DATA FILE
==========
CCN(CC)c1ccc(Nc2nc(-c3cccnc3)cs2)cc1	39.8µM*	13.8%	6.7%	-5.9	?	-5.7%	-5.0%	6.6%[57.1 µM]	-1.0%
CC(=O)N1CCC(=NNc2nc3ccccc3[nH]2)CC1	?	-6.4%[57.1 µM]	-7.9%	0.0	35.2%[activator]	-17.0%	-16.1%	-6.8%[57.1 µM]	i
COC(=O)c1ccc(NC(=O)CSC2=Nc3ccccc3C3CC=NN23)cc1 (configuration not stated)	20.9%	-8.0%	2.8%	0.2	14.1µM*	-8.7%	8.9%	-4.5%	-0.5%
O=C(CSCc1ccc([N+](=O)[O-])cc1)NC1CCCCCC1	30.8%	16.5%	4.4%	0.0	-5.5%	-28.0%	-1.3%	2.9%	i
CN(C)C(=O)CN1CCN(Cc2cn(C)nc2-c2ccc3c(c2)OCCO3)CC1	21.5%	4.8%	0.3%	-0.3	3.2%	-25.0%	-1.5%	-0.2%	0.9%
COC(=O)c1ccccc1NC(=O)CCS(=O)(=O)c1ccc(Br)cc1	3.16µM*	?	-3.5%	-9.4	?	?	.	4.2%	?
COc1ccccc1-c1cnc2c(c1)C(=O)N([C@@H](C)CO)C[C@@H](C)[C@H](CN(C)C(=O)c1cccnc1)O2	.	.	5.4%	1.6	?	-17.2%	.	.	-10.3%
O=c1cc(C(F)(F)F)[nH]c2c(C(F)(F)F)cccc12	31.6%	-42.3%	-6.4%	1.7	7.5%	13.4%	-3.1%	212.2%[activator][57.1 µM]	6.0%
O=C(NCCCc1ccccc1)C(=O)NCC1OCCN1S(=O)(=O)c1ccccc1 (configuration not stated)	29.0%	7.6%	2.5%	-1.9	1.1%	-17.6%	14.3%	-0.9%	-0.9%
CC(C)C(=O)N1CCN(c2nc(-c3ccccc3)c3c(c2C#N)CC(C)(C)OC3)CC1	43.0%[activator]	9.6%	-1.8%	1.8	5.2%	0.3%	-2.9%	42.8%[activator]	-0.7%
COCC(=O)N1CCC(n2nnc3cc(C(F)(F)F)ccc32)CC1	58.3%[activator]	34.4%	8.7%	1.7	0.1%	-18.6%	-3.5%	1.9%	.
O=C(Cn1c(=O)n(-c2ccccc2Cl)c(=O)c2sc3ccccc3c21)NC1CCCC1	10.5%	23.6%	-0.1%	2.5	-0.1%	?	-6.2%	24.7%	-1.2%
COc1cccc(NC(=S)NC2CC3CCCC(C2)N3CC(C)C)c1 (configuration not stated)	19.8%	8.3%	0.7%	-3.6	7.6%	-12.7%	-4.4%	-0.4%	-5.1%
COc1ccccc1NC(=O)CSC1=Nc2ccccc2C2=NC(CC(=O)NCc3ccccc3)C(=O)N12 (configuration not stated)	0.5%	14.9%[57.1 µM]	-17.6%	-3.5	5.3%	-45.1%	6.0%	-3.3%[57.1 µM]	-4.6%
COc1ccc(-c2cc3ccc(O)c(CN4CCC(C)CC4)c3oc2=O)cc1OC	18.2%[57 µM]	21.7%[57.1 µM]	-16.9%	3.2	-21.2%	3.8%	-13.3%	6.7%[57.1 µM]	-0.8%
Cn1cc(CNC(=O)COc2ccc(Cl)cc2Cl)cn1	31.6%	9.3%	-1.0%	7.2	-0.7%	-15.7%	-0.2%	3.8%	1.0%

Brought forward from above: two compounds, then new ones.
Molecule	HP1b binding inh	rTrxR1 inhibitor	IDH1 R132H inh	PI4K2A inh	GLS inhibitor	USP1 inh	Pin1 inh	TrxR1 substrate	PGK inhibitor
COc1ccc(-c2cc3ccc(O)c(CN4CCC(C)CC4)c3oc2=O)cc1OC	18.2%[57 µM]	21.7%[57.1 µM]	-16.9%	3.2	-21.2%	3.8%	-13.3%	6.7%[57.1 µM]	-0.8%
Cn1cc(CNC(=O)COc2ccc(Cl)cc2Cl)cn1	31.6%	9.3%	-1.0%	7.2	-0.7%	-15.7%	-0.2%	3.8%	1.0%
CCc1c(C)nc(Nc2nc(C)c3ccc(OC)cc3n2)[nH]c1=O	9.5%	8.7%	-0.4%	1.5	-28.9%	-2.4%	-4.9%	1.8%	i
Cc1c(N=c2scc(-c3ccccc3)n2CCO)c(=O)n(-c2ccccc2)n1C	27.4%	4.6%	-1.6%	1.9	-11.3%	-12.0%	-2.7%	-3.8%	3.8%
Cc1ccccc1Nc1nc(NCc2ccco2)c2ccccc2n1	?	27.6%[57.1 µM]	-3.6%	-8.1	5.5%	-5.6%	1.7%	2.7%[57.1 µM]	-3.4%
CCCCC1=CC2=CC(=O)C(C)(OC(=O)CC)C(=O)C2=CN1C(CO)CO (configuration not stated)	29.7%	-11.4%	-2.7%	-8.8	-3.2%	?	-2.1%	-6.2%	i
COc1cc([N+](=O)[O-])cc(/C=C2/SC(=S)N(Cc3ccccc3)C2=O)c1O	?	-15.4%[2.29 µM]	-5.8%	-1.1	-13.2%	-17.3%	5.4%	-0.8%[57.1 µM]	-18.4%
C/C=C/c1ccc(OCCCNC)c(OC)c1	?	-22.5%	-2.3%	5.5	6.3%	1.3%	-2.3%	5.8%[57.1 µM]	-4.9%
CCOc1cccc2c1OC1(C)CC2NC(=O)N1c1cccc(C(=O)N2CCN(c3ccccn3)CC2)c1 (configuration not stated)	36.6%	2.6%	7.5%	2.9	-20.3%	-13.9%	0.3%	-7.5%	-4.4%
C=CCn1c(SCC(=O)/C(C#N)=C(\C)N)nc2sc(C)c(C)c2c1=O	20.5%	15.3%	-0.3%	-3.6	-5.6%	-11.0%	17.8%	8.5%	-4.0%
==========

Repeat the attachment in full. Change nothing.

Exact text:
CCN(CC)c1ccc(Nc2nc(-c3cccnc3)cs2)cc1	39.8µM*	13.8%	6.7%	-5.9	?	-5.7%	-5.0%	6.6%[57.1 µM]	-1.0%
CC(=O)N1CCC(=NNc2nc3ccccc3[nH]2)CC1	?	-6.4%[57.1 µM]	-7.9%	0.0	35.2%[activator]	-17.0%	-16.1%	-6.8%[57.1 µM]	i
COC(=O)c1ccc(NC(=O)CSC2=Nc3ccccc3C3CC=NN23)cc1 (configuration not stated)	20.9%	-8.0%	2.8%	0.2	14.1µM*	-8.7%	8.9%	-4.5%	-0.5%
O=C(CSCc1ccc([N+](=O)[O-])cc1)NC1CCCCCC1	30.8%	16.5%	4.4%	0.0	-5.5%	-28.0%	-1.3%	2.9%	i
CN(C)C(=O)CN1CCN(Cc2cn(C)nc2-c2ccc3c(c2)OCCO3)CC1	21.5%	4.8%	0.3%	-0.3	3.2%	-25.0%	-1.5%	-0.2%	0.9%
COC(=O)c1ccccc1NC(=O)CCS(=O)(=O)c1ccc(Br)cc1	3.16µM*	?	-3.5%	-9.4	?	?	.	4.2%	?
COc1ccccc1-c1cnc2c(c1)C(=O)N([C@@H](C)CO)C[C@@H](C)[C@H](CN(C)C(=O)c1cccnc1)O2	.	.	5.4%	1.6	?	-17.2%	.	.	-10.3%
O=c1cc(C(F)(F)F)[nH]c2c(C(F)(F)F)cccc12	31.6%	-42.3%	-6.4%	1.7	7.5%	13.4%	-3.1%	212.2%[activator][57.1 µM]	6.0%
O=C(NCCCc1ccccc1)C(=O)NCC1OCCN1S(=O)(=O)c1ccccc1 (configuration not stated)	29.0%	7.6%	2.5%	-1.9	1.1%	-17.6%	14.3%	-0.9%	-0.9%
CC(C)C(=O)N1CCN(c2nc(-c3ccccc3)c3c(c2C#N)CC(C)(C)OC3)CC1	43.0%[activator]	9.6%	-1.8%	1.8	5.2%	0.3%	-2.9%	42.8%[activator]	-0.7%
COCC(=O)N1CCC(n2nnc3cc(C(F)(F)F)ccc32)CC1	58.3%[activator]	34.4%	8.7%	1.7	0.1%	-18.6%	-3.5%	1.9%	.
O=C(Cn1c(=O)n(-c2ccccc2Cl)c(=O)c2sc3ccccc3c21)NC1CCCC1	10.5%	23.6%	-0.1%	2.5	-0.1%	?	-6.2%	24.7%	-1.2%
COc1cccc(NC(=S)NC2CC3CCCC(C2)N3CC(C)C)c1 (configuration not stated)	19.8%	8.3%	0.7%	-3.6	7.6%	-12.7%	-4.4%	-0.4%	-5.1%
COc1ccccc1NC(=O)CSC1=Nc2ccccc2C2=NC(CC(=O)NCc3ccccc3)C(=O)N12 (configuration not stated)	0.5%	14.9%[57.1 µM]	-17.6%	-3.5	5.3%	-45.1%	6.0%	-3.3%[57.1 µM]	-4.6%
COc1ccc(-c2cc3ccc(O)c(CN4CCC(C)CC4)c3oc2=O)cc1OC	18.2%[57 µM]	21.7%[57.1 µM]	-16.9%	3.2	-21.2%	3.8%	-13.3%	6.7%[57.1 µM]	-0.8%
Cn1cc(CNC(=O)COc2ccc(Cl)cc2Cl)cn1	31.6%	9.3%	-1.0%	7.2	-0.7%	-15.7%	-0.2%	3.8%	1.0%

Brought forward from above: two compounds, then new ones.
Molecule	HP1b binding inh	rTrxR1 inhibitor	IDH1 R132H inh	PI4K2A inh	GLS inhibitor	USP1 inh	Pin1 inh	TrxR1 substrate	PGK inhibitor
COc1ccc(-c2cc3ccc(O)c(CN4CCC(C)CC4)c3oc2=O)cc1OC	18.2%[57 µM]	21.7%[57.1 µM]	-16.9%	3.2	-21.2%	3.8%	-13.3%	6.7%[57.1 µM]	-0.8%
Cn1cc(CNC(=O)COc2ccc(Cl)cc2Cl)cn1	31.6%	9.3%	-1.0%	7.2	-0.7%	-15.7%	-0.2%	3.8%	1.0%
CCc1c(C)nc(Nc2nc(C)c3ccc(OC)cc3n2)[nH]c1=O	9.5%	8.7%	-0.4%	1.5	-28.9%	-2.4%	-4.9%	1.8%	i
Cc1c(N=c2scc(-c3ccccc3)n2CCO)c(=O)n(-c2ccccc2)n1C	27.4%	4.6%	-1.6%	1.9	-11.3%	-12.0%	-2.7%	-3.8%	3.8%
Cc1ccccc1Nc1nc(NCc2ccco2)c2ccccc2n1	?	27.6%[57.1 µM]	-3.6%	-8.1	5.5%	-5.6%	1.7%	2.7%[57.1 µM]	-3.4%
CCCCC1=CC2=CC(=O)C(C)(OC(=O)CC)C(=O)C2=CN1C(CO)CO (configuration not stated)	29.7%	-11.4%	-2.7%	-8.8	-3.2%	?	-2.1%	-6.2%	i
COc1cc([N+](=O)[O-])cc(/C=C2/SC(=S)N(Cc3ccccc3)C2=O)c1O	?	-15.4%[2.29 µM]	-5.8%	-1.1	-13.2%	-17.3%	5.4%	-0.8%[57.1 µM]	-18.4%
C/C=C/c1ccc(OCCCNC)c(OC)c1	?	-22.5%	-2.3%	5.5	6.3%	1.3%	-2.3%	5.8%[57.1 µM]	-4.9%
CCOc1cccc2c1OC1(C)CC2NC(=O)N1c1cccc(C(=O)N2CCN(c3ccccn3)CC2)c1 (configuration not stated)	36.6%	2.6%	7.5%	2.9	-20.3%	-13.9%	0.3%	-7.5%	-4.4%
C=CCn1c(SCC(=O)/C(C#N)=C(\C)N)nc2sc(C)c(C)c2c1=O	20.5%	15.3%	-0.3%	-3.6	-5.6%	-11.0%	17.8%	8.5%	-4.0%